3. Have set dates and keep away from the busy season
This happens to us a lot, as we do not work from a conventional office, we simply do not keep track of holidays. That is why it is extremely important to research the dates you want to visit a destination and find out if it is during their peak season, holidays or even if it is the particular season you want to visit. Most tourism boards will not be able or willing to accommodate you during the peak season. Keep in mind that some tourism boards require at least 3 to 6 weeks advance notice to make arrangements, so do not wait to the last minute.
4. Create a Media Kit
A media kit is the perfect way to showcase your work, your case study and give a brief overview of what your travel blog is about. Your media kit needs to be well designed (easy to read and catchy) and well written. It should include a description of your blog (who you are), a breakdown of your target audience demographics (age, location, sex, etc), your stats (unique visitors, social media stats, email subscribers, etc) and of course at least one case study from previous work showing your results.
5. Create a ‘Work with me’ Page
It is not only important to reach out to tourism boards via email but it is also good to have a “work with me” page on your site to look more profesional and also to give them a source to see who you have worked with previously, what you have done, have your clients’ testimonials and the services you are offering.
Not only you are showcasing your work and naming some of your clients it is also a way tourism boards can approach you.
How do I know who to pitch?
You will know after you do some research! if you are trying to pitch a destination find out if they provide help to bloggers and what type of help they provide, so you can have a better pitch. Many tourism boards have a form to fill in on their website with all the required information for a press trip.
Regarding hotels, look online all the hotels in the area where you would stay even if you have to pay full price for it and start contacting those. Even if they all reply then you get to choose where to stay and might even be able to extend your trip! That why you can be covered in case the one that you wanted most does not get back to you.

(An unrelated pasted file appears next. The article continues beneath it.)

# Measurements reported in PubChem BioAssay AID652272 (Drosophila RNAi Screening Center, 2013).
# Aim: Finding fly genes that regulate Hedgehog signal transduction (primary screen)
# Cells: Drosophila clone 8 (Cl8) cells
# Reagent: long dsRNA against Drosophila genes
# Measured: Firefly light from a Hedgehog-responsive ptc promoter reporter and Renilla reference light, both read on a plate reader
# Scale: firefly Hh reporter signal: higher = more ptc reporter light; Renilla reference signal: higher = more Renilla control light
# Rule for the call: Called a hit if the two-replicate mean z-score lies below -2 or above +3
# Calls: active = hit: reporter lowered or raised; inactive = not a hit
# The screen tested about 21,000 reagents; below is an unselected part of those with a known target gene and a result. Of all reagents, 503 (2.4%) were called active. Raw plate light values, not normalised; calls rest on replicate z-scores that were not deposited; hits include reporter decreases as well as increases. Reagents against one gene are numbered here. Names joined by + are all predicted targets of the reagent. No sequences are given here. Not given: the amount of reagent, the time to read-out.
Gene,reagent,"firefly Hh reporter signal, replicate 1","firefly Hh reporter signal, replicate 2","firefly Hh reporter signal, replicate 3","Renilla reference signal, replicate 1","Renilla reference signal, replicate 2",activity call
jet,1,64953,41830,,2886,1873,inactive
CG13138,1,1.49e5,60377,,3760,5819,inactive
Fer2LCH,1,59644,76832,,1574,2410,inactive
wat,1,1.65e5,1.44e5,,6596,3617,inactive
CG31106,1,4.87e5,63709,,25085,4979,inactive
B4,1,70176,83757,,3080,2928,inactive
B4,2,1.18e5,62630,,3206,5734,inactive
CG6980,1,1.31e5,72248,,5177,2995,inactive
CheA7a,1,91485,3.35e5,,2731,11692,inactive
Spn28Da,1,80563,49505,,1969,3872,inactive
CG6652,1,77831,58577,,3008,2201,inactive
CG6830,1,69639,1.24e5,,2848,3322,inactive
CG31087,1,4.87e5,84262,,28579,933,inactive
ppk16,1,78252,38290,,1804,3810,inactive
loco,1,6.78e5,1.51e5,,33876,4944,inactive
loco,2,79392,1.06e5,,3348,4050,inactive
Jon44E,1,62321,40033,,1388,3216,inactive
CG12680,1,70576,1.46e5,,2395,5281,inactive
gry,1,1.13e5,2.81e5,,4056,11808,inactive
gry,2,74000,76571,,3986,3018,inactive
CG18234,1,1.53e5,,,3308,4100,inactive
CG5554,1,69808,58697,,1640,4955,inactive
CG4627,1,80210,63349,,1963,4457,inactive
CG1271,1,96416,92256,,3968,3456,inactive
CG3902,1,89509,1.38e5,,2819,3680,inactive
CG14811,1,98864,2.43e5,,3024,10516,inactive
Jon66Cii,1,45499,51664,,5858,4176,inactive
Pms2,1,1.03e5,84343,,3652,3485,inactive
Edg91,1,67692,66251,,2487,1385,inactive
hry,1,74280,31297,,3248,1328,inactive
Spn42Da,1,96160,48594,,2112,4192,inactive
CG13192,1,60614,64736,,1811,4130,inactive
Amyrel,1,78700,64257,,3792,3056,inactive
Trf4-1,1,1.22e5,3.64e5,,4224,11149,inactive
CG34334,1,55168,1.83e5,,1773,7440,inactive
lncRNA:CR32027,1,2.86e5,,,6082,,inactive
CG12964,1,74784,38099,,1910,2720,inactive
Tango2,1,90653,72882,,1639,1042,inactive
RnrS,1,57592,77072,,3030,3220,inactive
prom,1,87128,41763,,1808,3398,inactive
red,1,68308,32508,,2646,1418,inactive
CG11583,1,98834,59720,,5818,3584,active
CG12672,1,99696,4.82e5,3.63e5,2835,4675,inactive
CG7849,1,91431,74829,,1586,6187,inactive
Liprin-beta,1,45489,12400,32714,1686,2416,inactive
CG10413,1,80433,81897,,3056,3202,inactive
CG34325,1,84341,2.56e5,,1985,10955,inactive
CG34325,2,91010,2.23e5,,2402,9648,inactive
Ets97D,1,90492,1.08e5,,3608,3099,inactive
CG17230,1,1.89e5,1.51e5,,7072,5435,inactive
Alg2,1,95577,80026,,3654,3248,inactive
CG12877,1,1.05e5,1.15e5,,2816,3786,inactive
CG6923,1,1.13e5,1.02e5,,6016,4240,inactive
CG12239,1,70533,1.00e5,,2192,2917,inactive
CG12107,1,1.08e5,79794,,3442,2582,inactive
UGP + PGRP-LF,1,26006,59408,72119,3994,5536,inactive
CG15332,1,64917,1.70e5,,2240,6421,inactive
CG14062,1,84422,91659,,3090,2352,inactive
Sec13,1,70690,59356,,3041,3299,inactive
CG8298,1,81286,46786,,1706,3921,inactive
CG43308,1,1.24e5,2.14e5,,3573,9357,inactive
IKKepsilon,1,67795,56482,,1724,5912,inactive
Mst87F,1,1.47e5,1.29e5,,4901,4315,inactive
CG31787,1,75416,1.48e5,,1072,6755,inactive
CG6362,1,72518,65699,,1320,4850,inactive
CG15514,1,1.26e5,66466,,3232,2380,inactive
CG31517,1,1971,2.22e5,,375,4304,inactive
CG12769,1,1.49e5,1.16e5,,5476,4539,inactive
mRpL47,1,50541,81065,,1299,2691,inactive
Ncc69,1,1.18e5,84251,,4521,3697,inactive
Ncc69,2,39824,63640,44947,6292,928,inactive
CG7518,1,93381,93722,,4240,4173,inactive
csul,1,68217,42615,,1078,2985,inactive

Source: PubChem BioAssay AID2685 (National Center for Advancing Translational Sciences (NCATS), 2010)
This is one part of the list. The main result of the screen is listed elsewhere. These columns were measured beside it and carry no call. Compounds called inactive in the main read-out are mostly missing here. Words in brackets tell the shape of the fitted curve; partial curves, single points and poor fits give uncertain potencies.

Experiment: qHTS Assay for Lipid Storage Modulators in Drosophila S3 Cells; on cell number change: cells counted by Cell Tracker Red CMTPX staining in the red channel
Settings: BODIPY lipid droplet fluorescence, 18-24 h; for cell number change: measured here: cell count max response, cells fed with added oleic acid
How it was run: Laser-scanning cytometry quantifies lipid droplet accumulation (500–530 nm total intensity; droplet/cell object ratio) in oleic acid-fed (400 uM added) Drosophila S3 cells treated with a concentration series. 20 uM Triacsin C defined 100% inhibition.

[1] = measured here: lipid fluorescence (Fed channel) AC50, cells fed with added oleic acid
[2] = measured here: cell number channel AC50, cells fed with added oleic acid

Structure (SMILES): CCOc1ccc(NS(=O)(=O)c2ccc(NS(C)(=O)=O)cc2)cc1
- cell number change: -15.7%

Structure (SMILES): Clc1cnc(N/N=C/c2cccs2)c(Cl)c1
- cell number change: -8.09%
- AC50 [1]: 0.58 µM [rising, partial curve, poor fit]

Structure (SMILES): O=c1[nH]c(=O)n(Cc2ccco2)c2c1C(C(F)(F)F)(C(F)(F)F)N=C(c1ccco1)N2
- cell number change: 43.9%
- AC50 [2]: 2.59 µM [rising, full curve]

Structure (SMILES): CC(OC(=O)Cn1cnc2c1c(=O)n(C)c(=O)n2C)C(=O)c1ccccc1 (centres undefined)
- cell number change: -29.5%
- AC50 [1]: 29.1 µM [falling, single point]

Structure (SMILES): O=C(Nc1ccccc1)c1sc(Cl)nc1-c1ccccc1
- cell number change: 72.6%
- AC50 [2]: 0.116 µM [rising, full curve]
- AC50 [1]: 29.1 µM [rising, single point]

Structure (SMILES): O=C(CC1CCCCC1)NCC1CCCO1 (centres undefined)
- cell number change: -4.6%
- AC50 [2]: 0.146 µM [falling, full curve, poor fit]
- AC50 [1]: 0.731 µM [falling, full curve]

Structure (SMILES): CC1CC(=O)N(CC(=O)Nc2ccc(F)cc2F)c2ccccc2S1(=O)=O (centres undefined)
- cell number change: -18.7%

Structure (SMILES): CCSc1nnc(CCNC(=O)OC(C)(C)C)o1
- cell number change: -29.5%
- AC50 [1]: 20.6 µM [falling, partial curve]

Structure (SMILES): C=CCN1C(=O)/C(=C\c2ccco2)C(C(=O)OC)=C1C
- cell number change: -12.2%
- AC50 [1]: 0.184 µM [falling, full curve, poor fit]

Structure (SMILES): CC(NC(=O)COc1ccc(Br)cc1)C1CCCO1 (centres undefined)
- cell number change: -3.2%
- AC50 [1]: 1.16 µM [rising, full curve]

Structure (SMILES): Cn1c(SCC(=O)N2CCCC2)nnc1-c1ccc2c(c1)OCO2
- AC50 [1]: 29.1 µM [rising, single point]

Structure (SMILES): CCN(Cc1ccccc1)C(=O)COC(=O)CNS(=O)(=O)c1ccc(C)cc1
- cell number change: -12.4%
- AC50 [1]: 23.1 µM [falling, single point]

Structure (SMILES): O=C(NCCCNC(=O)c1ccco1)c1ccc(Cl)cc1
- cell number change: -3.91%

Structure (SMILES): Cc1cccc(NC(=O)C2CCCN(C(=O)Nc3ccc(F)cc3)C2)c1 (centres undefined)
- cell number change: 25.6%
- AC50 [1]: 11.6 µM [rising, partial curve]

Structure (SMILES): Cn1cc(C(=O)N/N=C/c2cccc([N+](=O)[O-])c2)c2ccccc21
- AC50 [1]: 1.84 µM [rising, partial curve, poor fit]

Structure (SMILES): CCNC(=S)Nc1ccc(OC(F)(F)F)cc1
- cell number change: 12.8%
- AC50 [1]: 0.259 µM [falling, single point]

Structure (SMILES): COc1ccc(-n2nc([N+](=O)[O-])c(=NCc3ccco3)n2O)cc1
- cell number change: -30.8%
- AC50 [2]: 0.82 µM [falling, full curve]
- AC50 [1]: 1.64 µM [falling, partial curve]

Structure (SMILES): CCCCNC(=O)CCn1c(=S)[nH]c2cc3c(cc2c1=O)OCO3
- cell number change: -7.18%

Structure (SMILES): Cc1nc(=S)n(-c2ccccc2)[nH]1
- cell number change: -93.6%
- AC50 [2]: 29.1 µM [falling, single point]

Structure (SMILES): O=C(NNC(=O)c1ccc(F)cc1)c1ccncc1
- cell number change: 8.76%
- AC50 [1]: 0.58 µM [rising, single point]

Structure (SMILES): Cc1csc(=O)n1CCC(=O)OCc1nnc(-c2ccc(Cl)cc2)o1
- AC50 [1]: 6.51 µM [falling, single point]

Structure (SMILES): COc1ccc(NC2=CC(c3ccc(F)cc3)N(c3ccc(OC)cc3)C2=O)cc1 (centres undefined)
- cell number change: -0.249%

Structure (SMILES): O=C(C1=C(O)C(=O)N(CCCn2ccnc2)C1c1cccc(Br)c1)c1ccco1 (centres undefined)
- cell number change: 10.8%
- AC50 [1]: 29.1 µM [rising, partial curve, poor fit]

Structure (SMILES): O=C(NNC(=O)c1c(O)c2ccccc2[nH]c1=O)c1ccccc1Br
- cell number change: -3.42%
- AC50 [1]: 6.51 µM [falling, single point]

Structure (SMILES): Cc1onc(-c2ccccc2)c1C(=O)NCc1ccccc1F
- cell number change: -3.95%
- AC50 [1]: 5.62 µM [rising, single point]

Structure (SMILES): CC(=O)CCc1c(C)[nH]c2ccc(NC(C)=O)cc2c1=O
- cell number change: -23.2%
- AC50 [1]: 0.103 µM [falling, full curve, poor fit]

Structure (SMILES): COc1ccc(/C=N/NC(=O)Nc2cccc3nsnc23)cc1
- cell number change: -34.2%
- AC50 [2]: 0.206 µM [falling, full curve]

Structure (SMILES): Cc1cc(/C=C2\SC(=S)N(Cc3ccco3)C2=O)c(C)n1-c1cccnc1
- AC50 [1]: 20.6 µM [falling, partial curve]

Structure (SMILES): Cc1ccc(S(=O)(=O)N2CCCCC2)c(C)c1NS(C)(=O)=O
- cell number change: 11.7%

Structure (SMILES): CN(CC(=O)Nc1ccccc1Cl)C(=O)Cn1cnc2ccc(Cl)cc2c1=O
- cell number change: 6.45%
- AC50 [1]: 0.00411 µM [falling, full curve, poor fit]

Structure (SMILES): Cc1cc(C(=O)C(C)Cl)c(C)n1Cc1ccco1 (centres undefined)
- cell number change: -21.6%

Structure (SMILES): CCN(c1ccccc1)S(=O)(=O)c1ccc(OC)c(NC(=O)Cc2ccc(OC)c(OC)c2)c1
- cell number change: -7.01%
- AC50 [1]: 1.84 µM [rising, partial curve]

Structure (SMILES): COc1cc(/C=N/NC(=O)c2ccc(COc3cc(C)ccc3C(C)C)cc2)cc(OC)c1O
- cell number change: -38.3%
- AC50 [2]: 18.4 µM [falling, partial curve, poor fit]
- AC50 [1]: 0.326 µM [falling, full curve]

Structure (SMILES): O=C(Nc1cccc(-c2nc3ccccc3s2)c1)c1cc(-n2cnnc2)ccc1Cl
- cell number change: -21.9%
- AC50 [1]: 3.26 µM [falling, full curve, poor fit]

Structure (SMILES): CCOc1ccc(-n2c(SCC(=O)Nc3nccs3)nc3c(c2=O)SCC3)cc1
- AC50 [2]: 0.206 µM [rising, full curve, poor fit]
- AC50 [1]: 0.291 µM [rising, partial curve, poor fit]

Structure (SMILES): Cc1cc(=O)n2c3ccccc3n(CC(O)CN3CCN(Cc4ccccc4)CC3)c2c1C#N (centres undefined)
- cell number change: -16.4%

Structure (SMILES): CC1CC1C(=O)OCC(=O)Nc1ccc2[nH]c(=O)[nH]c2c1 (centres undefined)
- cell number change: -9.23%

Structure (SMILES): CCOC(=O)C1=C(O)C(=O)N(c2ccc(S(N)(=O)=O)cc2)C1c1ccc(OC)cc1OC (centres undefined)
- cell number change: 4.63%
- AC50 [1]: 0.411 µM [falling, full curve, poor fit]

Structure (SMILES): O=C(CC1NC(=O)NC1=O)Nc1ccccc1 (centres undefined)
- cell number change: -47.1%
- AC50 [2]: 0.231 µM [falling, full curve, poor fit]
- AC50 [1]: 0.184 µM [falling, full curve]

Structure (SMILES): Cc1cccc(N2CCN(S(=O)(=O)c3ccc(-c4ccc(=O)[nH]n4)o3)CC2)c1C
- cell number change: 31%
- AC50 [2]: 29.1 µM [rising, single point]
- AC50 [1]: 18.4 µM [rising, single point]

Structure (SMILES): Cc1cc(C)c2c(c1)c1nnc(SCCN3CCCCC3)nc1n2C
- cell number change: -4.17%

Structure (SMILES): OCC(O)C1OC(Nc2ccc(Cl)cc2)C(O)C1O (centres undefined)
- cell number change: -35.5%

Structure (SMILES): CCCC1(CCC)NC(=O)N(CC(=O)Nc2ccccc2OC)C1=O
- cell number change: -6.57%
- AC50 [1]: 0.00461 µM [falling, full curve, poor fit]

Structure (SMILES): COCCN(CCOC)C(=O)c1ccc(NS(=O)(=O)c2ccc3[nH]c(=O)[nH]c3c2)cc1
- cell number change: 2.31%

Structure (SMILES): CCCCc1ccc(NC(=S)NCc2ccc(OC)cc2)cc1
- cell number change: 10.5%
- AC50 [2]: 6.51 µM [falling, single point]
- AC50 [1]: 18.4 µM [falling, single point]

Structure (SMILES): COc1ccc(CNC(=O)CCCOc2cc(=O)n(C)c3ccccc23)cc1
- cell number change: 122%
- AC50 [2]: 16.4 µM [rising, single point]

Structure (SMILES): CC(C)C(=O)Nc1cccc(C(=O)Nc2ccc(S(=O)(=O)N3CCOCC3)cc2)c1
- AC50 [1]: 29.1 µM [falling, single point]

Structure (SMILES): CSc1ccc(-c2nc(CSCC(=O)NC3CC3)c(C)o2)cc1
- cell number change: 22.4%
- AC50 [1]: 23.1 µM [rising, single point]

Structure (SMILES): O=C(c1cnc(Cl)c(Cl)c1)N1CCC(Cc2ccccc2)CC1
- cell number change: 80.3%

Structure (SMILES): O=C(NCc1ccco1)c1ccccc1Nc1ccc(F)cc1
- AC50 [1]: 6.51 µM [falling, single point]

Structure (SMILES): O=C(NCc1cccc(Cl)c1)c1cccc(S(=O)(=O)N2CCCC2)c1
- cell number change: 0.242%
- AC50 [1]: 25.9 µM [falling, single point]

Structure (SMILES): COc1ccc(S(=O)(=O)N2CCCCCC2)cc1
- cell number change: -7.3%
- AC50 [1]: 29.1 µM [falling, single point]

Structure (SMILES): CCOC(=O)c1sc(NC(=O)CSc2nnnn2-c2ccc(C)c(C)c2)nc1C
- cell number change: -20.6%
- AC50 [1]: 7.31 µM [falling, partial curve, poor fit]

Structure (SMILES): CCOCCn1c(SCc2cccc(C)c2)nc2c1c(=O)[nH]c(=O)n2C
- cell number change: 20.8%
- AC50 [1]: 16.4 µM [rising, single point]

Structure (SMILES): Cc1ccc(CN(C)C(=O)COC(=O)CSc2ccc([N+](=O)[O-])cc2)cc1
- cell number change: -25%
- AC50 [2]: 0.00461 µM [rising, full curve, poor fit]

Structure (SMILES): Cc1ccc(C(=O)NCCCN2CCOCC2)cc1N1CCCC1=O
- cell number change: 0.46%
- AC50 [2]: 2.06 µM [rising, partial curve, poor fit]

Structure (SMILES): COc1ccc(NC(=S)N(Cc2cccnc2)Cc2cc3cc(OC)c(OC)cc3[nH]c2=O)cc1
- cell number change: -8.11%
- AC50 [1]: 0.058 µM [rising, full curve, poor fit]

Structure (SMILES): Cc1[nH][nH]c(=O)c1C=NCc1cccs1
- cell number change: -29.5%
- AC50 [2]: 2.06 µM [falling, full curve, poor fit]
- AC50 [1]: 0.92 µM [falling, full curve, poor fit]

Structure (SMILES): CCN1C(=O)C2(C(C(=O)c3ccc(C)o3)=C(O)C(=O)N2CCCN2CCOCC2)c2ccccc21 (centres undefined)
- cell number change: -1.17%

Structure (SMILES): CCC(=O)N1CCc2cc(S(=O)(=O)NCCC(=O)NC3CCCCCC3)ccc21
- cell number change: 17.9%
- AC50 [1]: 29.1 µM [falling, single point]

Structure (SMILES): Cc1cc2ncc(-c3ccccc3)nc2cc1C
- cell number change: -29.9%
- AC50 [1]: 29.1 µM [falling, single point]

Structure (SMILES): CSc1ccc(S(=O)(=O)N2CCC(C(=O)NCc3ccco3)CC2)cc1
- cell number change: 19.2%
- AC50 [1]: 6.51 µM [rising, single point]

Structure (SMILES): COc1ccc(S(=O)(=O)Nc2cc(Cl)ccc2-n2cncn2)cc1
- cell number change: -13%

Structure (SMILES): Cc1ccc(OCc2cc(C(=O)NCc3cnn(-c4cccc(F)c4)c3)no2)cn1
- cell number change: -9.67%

We always say before contacting a tourism board or travel company ask yourself two easy questions:
- Would I stay there even if I have to pay the full price?
- Does it fits with my brand and my audience?
If the answer is yes to both of these questions then send along the pitch and good luck on your next sponsored trip!
How do I reach tourism boards?
The first thing you need to know before reaching to tourism boards is where to contact them. So, let’s find the relevant email address of the person responsible for handling PR or looking after media queries.
In some places it is easier to find this information than in others. The most popular places like many cities in Europe or the US have their own website with either their contact information or a fill out form, while other places like South America and Asia is a little bit harder to find. To be honest, I have not have much luck with tourism boards in South America. I recommend reaching out to the gubernamental office of tourism and inquire there how you can work with them.
Another way to reach tourism boards is by sending them a direct message on their social media channels or commenting on their stories or photos. Ask other bloggers, create your network.
Some of the bigger tourism boards work with PR companies so make sure to Google if a particular destination you want to visit works with one and reach out to them.
Go to conferences where Tourism Boards will be
The best relations I have had with some of my previous partners have been when I met a tourism board rep at a conference. I have gone to Travel Massive events, TravMedia, New York Travel show.
Contact tourism boards and share your content
If you have published content from a specific destination make sure to reach out to them and send them the links to your work. Ask for them to share it on their social media channels and if they like your work to please include you on the press trip list.
No matter what you do always make sure to keep on contact with previous partners and be always professional.